Understand more about what they are going through.
One out of every five teenagers struggles with depression.
Depression can interfere with everyday life for teens and can lead to academic failure, substance abuse, bullying or being bullied, eating disorders, and suicide.
Teen depression is often mistaken for normal teen angst.
Many of the behaviors associated with adolescence — moodiness, anger, social withdrawal — may actually be signs of depression.
Caring adults must know what to look for and how to intervene.
The teen may not reach out for help themselves, so it is important to know how to approach them or their parents.
What your teen may be experiencing
- Depressed, irritable, sad, or empty mood for at least two weeks
- Decreased interest or enjoyment in once-favorite activities and people
- Changes in appetite, eating too much or too little, significant weight gain or loss
- Sleeping too much or too little
- Physical agitation
- Fatigue or loss of energy
- Feelings of guilt or not being "good enough"
- Decreased ability to concentrate, indecisive
- Unexplained aches and pains
- Recurrent suicidal thoughts or behavior (Seek immediate medical help if your teen expresses this.)
What adults may notice in their teen
- Irritable or cranky mood, preoccupation with song lyrics that suggest life is meaningless
- Loss of interest in sports or other activities, withdrawal from friends and family, relationship problems
- Failure to gain weight as normally expected
- Excessive late-night TV, having difficulty falling asleep or staying asleep, having trouble getting up in the morning
- Inability to sit still, taking a long time to complete normal tasks, pacing back and forth, and/or excessive repetition of behaviors
- Social withdrawal, napping, withdrawal from usual activities, boredom
- Making critical comments about themselves, having behavior problems at home or school, being overly sensitive to rejection
- Poor performance at school, drop in grades, frequent absences
- Frequent complaints of physical pain (headache, stomachache)
- Writing about death, giving away favorite belongings, making statements like, “You’d be better off without me.”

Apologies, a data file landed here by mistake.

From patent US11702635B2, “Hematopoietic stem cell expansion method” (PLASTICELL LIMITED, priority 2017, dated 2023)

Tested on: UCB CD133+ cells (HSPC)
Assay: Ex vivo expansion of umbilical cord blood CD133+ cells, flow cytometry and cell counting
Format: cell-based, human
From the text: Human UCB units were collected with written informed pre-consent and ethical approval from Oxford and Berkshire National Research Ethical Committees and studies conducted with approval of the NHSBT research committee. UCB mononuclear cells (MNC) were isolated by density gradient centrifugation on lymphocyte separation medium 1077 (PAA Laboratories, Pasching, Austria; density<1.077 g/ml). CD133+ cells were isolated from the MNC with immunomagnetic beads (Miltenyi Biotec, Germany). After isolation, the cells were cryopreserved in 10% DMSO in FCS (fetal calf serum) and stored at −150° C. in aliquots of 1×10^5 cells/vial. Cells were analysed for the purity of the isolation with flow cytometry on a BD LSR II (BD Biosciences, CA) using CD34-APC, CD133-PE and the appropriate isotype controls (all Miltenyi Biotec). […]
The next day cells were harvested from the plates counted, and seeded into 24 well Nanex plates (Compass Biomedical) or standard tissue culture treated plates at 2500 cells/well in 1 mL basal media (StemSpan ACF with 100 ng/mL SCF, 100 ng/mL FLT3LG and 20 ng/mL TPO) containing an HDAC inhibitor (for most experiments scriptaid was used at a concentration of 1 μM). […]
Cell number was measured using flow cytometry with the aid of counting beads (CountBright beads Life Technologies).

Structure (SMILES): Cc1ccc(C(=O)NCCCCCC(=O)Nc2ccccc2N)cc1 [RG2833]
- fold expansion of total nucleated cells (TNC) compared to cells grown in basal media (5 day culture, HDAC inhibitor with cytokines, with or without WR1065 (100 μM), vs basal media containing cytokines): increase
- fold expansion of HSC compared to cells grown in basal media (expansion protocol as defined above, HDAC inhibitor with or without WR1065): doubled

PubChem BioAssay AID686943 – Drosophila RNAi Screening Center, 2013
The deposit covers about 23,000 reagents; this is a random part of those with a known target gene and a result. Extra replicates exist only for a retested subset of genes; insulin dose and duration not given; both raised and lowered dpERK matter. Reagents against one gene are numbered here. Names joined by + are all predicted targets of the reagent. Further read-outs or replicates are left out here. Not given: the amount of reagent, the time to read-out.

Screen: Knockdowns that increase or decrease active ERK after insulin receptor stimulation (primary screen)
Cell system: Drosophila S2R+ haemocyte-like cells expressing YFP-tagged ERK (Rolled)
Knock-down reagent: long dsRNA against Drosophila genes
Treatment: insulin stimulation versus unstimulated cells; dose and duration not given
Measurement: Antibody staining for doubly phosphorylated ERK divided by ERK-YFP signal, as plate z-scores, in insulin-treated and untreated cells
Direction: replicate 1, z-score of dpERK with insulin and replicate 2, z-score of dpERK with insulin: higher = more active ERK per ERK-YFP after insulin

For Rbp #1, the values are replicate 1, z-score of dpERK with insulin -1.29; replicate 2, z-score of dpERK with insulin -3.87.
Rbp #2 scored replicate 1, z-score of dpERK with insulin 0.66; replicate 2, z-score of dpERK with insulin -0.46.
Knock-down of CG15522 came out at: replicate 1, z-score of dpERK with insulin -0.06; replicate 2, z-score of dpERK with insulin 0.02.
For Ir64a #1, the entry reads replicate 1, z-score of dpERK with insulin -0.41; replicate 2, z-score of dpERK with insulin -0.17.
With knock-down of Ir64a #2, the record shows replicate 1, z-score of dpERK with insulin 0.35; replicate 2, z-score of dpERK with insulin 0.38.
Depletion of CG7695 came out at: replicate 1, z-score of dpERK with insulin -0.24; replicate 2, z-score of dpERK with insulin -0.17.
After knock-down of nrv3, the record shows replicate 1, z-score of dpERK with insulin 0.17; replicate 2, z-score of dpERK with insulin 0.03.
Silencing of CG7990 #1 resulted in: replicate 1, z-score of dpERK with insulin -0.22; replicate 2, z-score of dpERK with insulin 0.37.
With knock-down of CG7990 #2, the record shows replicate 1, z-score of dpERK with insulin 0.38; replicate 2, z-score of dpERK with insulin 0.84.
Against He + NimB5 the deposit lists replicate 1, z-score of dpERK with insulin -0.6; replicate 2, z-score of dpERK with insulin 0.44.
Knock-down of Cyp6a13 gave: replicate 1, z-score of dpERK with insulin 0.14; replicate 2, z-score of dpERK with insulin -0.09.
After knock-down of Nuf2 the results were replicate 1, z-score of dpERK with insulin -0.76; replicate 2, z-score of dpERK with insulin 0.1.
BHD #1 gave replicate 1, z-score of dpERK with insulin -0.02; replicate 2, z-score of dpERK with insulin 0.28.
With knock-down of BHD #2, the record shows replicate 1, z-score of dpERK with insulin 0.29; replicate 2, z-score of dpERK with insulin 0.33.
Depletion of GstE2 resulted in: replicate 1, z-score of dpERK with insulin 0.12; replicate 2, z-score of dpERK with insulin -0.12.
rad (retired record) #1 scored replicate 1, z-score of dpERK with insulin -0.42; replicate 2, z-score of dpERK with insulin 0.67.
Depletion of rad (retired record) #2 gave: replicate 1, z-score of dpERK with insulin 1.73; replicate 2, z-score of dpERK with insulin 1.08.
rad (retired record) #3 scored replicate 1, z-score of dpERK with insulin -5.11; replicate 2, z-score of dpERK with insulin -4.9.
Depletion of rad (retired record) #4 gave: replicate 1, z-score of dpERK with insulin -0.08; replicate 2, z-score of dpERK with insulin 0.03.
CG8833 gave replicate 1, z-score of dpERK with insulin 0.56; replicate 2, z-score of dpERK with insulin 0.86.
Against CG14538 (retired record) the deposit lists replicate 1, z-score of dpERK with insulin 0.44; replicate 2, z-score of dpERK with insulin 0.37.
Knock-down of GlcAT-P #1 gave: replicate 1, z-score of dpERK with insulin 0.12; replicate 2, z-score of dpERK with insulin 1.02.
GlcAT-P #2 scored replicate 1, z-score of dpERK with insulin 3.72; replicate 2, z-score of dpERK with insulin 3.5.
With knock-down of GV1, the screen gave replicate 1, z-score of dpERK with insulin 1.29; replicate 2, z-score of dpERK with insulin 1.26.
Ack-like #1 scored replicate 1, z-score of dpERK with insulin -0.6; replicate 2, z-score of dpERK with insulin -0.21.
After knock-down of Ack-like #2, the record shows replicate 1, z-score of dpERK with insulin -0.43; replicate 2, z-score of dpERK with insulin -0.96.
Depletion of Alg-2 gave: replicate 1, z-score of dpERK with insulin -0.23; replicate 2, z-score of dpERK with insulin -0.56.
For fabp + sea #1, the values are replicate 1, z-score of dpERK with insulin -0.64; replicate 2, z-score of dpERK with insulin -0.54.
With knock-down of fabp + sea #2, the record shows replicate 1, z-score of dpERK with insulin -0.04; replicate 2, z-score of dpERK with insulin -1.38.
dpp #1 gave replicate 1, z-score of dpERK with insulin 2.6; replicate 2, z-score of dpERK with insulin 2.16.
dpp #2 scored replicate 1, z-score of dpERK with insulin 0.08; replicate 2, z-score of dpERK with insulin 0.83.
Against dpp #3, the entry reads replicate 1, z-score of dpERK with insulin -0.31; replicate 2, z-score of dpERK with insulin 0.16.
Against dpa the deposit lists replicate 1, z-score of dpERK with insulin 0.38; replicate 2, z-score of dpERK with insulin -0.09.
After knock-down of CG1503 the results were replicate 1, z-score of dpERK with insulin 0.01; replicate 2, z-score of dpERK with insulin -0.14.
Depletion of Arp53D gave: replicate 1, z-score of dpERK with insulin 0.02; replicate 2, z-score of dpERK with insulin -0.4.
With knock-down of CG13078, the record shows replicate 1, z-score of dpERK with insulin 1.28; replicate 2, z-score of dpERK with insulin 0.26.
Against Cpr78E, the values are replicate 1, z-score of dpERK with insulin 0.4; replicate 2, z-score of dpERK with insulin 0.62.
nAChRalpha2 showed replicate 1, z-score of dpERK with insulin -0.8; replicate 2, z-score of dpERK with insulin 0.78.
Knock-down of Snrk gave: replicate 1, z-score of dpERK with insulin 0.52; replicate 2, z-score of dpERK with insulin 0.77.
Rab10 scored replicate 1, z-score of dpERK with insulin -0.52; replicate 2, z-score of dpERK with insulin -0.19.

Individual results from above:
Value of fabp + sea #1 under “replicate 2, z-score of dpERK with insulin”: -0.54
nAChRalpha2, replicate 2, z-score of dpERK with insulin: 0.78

If you are the parent
Find a time to talk to your child with as few distractions as possible. Start by telling them you care about how they are feeling. Then, you can try some of these techniques:
Describe why you are concerned
- “I’m worried because I’ve noticed you’ve been crying a lot lately.”
- “I’m concerned because it seems that you are feeling angry and unhappy these days.”
- “I’m sad because you don’t have much energy to do the things you used to enjoy doing, like hanging out with your friends.”
- “I worry about your safety when you . . ."
"My first thought was, 'What did I do wrong? What did I do or not do as a parent when she was a baby or when she got older?' Depression is an illness – it’s not due to any particular thing that you did."
- David, parent of a teen with depression
How to help your teen once they are diagnosed
Honor your child’s feelings. It is difficult to see your child sad and in pain. Your first response might be to try to cheer him or her up. Don’t. Trying to make depressed children and teens happy makes them feel like the depression can be willed away. It is more helpful to listen. Acknowledge their feelings and take them seriously.
"We have open conversations with our kids. We try to hit on the fact that depression is genetic – it’s not your fault. If you needed glasses or if you had diabetes, we’d be doing something. We’ve had a lot of love, a lot of conversations, and a lot of patience with challenges we never thought we’d have."
- Sheila, parent of four teenagers
Use encouraging statements rather than punishment.
Instead of yelling, “Turn that television off! You haven’t done your homework yet!” say “When you finish your homework, you can watch television.”
If you are not the parent
The teen in your life may be your student, a member of your after-school program, or a relative. Although you aren’t the parent, you can still play an important role in getting them help. Here are some things you can do:
- Approach the teen’s parents and describe what you’ve observed in a thoughtful way. This may be difficult for the parent(s) to hear, but be honest and express your concern.
- If, for some reason, you need to talk to the teen first, follow the same approach. Tell them what you’ve observed and offer to talk to the principal, program leader, or parents with the teen.
What NOT to do
Don‘t ask why he or she feels depressed. Children and teens who are depressed can’t answer questions like, “Why are you crying all the time?” or “What do you have to be sad about?” Asking them only makes them feel worse, like they are supposed to control their depressed feelings when they can’t.
Don‘t tell your child to change how he or she feels. Depressed children and teens cannot just “snap out of it.” They can’t help how they feel and they can’t make it go away by willpower.
Don‘t compare your past feelings to your child‘s depression. It’s not helpful to say, “Well, when I feel badly, I just pull myself up by my bootstraps,” or “When my childhood dog died, I just had to get over it’.”
There are a number of things you can do.
Jessie and Steve
Jessie overcame depression and self-injury. Dad Steve shares his advice.
Emily and Lisa
Lisa made tough decisions when trying to help her daughter Emily.
Order Custom Teen Depression Resource Cards for Your School or Community
These folded cards, sized to fit in wallets and on the back of phones, describe depression symptoms, how to get help, and how to practice self-care—all in language that is accessible to teens.